, and spongy bone. Most bones of the limbs
    Limb (anatomy)
    A limb is a jointed, or prehensile , appendage of the human or other animal body....

    , including those of the fingers and toes
    Metatarsus
    The metatarsus or metatarsal bones are a group of five long bones in the foot located between the tarsal bones of the hind- and mid-foot and the phalanges of the toes. Lacking individual names, the metatarsal bones are numbered from the medial side : the first, second, third, fourth, and fifth...

    , are long bones. The exceptions are those of the wrist, ankle
    Tarsus (skeleton)
    In tetrapods, the tarsus is a cluster of articulating bones in each foot situated between the lower end of tibia and fibula of the lower leg and the metatarsus. In the foot the tarsus articulates with the bones of the metatarsus, which in turn articulate with the bones of the individual toes...

     and kneecap.
  • Short bones are roughly cube
    Cube
    In geometry, a cube is a three-dimensional solid object bounded by six square faces, facets or sides, with three meeting at each vertex. The cube can also be called a regular hexahedron and is one of the five Platonic solids. It is a special kind of square prism, of rectangular parallelepiped and...

    -shaped, and have only a thin layer of compact bone surrounding a spongy interior. The bones of the wrist and ankle are short bones, as are the sesamoid bones.
  • Flat bone
    Flat bone
    Flat bones are those bones which are found where the principal requirement is either extensive protection or the provision of broad surfaces for muscular attachment...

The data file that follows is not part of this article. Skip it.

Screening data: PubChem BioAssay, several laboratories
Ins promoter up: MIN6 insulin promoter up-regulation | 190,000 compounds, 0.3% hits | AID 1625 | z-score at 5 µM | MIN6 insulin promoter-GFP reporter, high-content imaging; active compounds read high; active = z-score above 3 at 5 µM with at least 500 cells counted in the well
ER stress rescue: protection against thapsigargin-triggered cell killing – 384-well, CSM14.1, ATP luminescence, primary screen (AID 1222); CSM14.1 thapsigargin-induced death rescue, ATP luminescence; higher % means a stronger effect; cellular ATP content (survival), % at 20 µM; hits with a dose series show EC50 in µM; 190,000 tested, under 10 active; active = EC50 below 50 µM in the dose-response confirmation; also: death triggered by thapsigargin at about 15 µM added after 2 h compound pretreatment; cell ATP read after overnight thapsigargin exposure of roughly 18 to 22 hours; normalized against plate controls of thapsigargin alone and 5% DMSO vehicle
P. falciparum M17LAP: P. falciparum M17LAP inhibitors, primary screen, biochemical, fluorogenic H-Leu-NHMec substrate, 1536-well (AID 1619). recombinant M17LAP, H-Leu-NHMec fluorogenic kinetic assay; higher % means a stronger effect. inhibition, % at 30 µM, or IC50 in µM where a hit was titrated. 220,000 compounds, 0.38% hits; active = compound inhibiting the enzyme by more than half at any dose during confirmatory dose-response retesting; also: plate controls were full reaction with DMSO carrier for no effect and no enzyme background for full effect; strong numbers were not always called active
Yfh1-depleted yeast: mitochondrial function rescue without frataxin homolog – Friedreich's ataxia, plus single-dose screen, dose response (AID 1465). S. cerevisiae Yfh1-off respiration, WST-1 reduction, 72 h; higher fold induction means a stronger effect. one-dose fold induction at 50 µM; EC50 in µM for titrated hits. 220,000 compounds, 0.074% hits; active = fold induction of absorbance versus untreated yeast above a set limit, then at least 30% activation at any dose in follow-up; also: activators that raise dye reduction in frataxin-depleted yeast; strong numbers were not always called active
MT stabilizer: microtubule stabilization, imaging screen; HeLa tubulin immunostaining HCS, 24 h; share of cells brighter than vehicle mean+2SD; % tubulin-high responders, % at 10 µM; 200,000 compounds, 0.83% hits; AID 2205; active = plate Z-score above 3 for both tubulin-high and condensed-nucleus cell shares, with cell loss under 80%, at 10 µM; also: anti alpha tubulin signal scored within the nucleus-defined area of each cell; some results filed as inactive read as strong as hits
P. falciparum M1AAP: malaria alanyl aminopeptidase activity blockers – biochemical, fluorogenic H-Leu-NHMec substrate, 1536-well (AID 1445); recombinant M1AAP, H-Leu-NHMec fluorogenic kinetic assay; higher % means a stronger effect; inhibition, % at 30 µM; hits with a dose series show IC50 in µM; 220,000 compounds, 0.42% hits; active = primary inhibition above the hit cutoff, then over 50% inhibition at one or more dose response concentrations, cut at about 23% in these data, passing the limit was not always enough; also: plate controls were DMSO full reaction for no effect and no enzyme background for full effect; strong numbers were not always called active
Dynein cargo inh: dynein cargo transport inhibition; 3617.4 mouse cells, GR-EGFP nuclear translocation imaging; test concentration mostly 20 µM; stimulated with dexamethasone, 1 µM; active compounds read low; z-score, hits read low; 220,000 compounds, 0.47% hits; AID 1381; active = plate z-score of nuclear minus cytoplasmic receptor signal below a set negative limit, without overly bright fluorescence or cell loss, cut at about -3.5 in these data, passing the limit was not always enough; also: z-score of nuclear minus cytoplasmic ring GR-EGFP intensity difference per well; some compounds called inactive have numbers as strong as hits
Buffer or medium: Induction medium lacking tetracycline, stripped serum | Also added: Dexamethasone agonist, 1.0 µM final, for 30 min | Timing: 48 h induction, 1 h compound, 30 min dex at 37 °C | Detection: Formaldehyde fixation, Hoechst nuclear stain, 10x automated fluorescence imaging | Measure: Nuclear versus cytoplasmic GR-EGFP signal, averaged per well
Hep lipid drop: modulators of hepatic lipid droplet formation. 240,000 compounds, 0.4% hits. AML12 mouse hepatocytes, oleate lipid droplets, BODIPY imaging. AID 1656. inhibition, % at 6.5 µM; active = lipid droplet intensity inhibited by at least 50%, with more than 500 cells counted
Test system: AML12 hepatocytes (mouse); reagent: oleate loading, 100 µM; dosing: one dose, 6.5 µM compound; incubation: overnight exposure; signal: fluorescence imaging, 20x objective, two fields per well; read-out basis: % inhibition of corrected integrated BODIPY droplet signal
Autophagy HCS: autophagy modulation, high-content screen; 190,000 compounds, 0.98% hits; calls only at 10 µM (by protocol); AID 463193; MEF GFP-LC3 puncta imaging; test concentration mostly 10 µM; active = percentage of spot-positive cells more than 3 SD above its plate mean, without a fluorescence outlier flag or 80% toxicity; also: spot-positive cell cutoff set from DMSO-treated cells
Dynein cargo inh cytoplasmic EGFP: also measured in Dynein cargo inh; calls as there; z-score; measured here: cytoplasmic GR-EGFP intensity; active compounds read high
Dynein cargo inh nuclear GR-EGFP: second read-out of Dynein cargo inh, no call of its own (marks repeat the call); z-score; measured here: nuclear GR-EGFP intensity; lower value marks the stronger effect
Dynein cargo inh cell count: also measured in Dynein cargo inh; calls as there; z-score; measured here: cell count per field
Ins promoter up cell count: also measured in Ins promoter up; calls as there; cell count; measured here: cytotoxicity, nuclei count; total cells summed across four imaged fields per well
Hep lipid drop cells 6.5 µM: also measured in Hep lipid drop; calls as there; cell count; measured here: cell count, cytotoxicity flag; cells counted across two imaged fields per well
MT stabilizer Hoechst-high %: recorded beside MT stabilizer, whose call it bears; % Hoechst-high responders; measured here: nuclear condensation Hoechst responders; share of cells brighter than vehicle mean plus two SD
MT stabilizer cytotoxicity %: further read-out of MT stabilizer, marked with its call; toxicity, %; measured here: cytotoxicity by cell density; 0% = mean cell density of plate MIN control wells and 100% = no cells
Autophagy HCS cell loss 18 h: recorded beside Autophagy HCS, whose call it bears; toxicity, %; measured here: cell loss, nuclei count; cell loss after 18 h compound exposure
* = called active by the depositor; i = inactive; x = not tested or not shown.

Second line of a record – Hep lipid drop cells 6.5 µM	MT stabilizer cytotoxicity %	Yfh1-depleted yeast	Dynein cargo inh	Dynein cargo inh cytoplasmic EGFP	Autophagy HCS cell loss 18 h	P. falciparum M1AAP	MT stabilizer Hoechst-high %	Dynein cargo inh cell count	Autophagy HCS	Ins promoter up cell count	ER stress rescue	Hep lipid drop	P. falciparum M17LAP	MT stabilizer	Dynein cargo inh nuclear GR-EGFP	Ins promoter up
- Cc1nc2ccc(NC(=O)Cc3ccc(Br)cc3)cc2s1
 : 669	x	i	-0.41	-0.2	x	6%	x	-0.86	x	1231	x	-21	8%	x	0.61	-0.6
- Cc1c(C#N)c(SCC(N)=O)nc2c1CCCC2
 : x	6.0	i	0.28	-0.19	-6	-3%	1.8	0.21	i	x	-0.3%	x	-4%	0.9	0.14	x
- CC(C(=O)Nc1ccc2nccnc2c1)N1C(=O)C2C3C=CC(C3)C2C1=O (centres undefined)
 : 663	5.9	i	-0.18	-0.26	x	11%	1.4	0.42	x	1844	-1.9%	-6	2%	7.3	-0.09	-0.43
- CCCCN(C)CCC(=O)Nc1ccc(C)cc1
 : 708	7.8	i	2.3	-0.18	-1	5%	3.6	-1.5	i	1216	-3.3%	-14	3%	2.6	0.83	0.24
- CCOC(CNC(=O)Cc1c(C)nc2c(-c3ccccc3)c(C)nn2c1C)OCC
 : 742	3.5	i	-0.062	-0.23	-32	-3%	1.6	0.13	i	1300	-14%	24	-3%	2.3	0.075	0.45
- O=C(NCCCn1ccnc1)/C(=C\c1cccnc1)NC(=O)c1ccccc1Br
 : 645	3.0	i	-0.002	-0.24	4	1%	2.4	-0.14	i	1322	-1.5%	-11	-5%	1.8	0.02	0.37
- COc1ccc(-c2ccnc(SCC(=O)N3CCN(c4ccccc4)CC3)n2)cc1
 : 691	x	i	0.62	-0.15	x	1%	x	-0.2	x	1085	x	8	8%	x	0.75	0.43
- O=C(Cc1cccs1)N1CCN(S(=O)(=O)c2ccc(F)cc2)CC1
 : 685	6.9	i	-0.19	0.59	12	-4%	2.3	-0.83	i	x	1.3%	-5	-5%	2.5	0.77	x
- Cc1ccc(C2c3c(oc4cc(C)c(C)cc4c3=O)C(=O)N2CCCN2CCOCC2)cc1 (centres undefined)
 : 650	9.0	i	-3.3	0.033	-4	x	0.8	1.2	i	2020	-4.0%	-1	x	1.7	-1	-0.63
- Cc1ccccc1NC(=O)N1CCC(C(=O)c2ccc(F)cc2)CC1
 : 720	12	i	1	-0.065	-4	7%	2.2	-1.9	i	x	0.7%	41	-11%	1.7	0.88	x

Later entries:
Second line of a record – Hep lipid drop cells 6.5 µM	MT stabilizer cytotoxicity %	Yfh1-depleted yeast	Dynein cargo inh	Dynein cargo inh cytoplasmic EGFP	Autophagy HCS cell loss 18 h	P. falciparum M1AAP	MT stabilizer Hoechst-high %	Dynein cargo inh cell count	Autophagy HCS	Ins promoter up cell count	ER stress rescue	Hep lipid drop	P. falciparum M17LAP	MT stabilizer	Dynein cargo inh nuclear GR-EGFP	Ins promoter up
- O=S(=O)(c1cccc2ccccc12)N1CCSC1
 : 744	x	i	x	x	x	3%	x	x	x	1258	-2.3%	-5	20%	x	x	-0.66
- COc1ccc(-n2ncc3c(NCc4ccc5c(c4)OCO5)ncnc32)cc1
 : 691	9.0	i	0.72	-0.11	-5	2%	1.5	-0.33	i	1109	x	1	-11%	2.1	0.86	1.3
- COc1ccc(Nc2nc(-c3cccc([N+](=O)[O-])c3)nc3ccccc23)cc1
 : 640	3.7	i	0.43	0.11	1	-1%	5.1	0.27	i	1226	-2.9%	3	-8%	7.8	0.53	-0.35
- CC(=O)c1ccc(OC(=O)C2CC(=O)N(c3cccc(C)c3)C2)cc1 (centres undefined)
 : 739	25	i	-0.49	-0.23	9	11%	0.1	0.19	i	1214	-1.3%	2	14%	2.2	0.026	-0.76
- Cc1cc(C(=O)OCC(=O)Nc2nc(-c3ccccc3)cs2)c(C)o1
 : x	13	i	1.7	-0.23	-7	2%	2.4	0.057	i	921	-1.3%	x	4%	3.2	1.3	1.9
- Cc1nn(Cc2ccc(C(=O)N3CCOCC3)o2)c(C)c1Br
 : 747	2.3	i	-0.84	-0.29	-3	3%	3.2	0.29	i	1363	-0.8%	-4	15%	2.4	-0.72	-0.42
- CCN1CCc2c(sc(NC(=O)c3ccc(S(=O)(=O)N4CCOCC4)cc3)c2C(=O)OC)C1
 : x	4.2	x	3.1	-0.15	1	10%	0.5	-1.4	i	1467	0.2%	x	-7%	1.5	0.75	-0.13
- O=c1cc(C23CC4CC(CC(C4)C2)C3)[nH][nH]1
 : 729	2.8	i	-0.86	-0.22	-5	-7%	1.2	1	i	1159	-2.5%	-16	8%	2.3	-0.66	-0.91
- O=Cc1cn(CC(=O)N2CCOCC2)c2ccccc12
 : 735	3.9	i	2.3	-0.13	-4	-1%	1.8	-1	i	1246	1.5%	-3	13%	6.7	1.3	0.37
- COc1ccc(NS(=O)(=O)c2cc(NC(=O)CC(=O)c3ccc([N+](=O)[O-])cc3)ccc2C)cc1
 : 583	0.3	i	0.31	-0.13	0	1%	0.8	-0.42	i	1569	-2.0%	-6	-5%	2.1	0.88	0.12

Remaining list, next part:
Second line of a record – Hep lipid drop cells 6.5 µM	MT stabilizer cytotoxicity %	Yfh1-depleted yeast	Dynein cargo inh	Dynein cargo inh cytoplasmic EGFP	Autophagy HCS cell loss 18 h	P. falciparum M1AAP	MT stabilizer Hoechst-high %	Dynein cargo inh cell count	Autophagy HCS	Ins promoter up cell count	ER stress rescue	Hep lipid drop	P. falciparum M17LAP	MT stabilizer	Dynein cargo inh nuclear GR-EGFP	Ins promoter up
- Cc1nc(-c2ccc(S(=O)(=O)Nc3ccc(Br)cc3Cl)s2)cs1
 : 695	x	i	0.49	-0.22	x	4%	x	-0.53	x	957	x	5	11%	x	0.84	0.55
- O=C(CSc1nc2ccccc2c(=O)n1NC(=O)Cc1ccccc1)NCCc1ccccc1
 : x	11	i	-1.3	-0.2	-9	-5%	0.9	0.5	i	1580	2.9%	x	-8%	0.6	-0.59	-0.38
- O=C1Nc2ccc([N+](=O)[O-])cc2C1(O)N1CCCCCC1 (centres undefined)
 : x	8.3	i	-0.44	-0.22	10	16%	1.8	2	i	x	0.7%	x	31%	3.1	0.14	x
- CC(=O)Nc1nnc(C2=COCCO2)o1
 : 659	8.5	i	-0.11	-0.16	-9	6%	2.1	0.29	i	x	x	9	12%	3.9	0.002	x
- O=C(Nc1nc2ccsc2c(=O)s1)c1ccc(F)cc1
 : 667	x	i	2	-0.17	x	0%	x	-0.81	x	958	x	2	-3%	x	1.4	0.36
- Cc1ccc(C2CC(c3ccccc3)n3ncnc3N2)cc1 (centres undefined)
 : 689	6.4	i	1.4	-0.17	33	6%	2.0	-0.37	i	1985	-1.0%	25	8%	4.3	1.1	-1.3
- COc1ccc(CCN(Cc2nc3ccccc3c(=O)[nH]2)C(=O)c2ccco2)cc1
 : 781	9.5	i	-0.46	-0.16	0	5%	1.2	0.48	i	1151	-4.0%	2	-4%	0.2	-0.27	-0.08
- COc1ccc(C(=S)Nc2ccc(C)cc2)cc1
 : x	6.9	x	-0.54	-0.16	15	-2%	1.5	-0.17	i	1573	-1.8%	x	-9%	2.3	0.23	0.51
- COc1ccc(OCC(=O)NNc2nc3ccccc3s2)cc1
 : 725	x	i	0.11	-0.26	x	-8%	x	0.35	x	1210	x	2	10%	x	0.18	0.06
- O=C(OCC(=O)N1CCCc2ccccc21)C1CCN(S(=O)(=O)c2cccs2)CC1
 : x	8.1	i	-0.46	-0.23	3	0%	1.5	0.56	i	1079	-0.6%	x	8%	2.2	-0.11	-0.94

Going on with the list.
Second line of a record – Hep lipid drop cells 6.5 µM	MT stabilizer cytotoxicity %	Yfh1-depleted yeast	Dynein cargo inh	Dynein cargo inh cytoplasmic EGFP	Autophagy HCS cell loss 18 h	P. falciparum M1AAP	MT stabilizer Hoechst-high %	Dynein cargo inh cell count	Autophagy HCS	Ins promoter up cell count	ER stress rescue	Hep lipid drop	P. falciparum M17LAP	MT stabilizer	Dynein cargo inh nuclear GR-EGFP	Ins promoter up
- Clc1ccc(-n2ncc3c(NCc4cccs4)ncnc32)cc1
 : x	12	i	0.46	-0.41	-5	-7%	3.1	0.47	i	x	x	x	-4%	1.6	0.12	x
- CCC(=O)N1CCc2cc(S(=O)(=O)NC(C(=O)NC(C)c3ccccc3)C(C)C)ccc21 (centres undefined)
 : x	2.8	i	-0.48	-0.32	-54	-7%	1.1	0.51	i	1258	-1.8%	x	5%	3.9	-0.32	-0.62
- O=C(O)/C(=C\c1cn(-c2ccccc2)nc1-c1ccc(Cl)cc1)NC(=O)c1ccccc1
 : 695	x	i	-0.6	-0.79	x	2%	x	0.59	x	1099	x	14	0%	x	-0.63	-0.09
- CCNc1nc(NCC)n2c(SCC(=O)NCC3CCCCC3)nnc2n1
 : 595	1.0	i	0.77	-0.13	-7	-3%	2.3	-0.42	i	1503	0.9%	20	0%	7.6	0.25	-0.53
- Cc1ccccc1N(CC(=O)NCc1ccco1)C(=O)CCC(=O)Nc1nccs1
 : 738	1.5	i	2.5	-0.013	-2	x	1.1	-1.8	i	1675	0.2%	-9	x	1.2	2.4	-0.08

s are thin and generally curved, with two parallel layers of compact bones sandwiching a layer of spongy bone. Most of the bones of the skull
    Skull
    The skull is a bony structure in the head of many animals that supports the structures of the face and forms a cavity for the brain.The skull is composed of two parts: the cranium and the mandible. A skull without a mandible is only a cranium. Animals that have skulls are called craniates...

     are flat bones, as is the sternum
    Sternum
    The sternum or breastbone is a long flat bony plate shaped like a capital "T" located anteriorly to the heart in the center of the thorax...

    .
  • Irregular bones do not fit into the above categories. They consist of thin layers of compact bone surrounding a spongy interior. As implied by the name, their shapes are irregular and complicated. The bones of the spine
    Vertebral column
    In human anatomy, the vertebral column is a column usually consisting of 24 articulating vertebrae, and 9 fused vertebrae in the sacrum and the coccyx. It is situated in the dorsal aspect of the torso, separated by intervertebral discs...

     and hips
    Hip bone
    The hip bone, innominate bone or coxal bone is a large, flattened, irregularly shaped bone, constricted in the center and expanded above and below...

     are irregular bones.
  • Sesamoid bones are bones embedded in tendons. Since they act to hold the tendon further away from the joint, the angle of the tendon is increased and thus the leverage of the muscle is increased. Examples of sesamoid bones are the patella and the pisiform.

Formation

The formation of bone during the fetal stage of development occurs by two processes: Intramembranous ossification
Intramembranous ossification
Intramembranous ossification is one of the two essential processes during fetal development of the mammalian skeletal system by which bone tissue is created. Unlike endochondral ossification, which is the other process by which bone tissue is created, cartilage is not present during intramembranous...

 and endochondral ossification
Endochondral ossification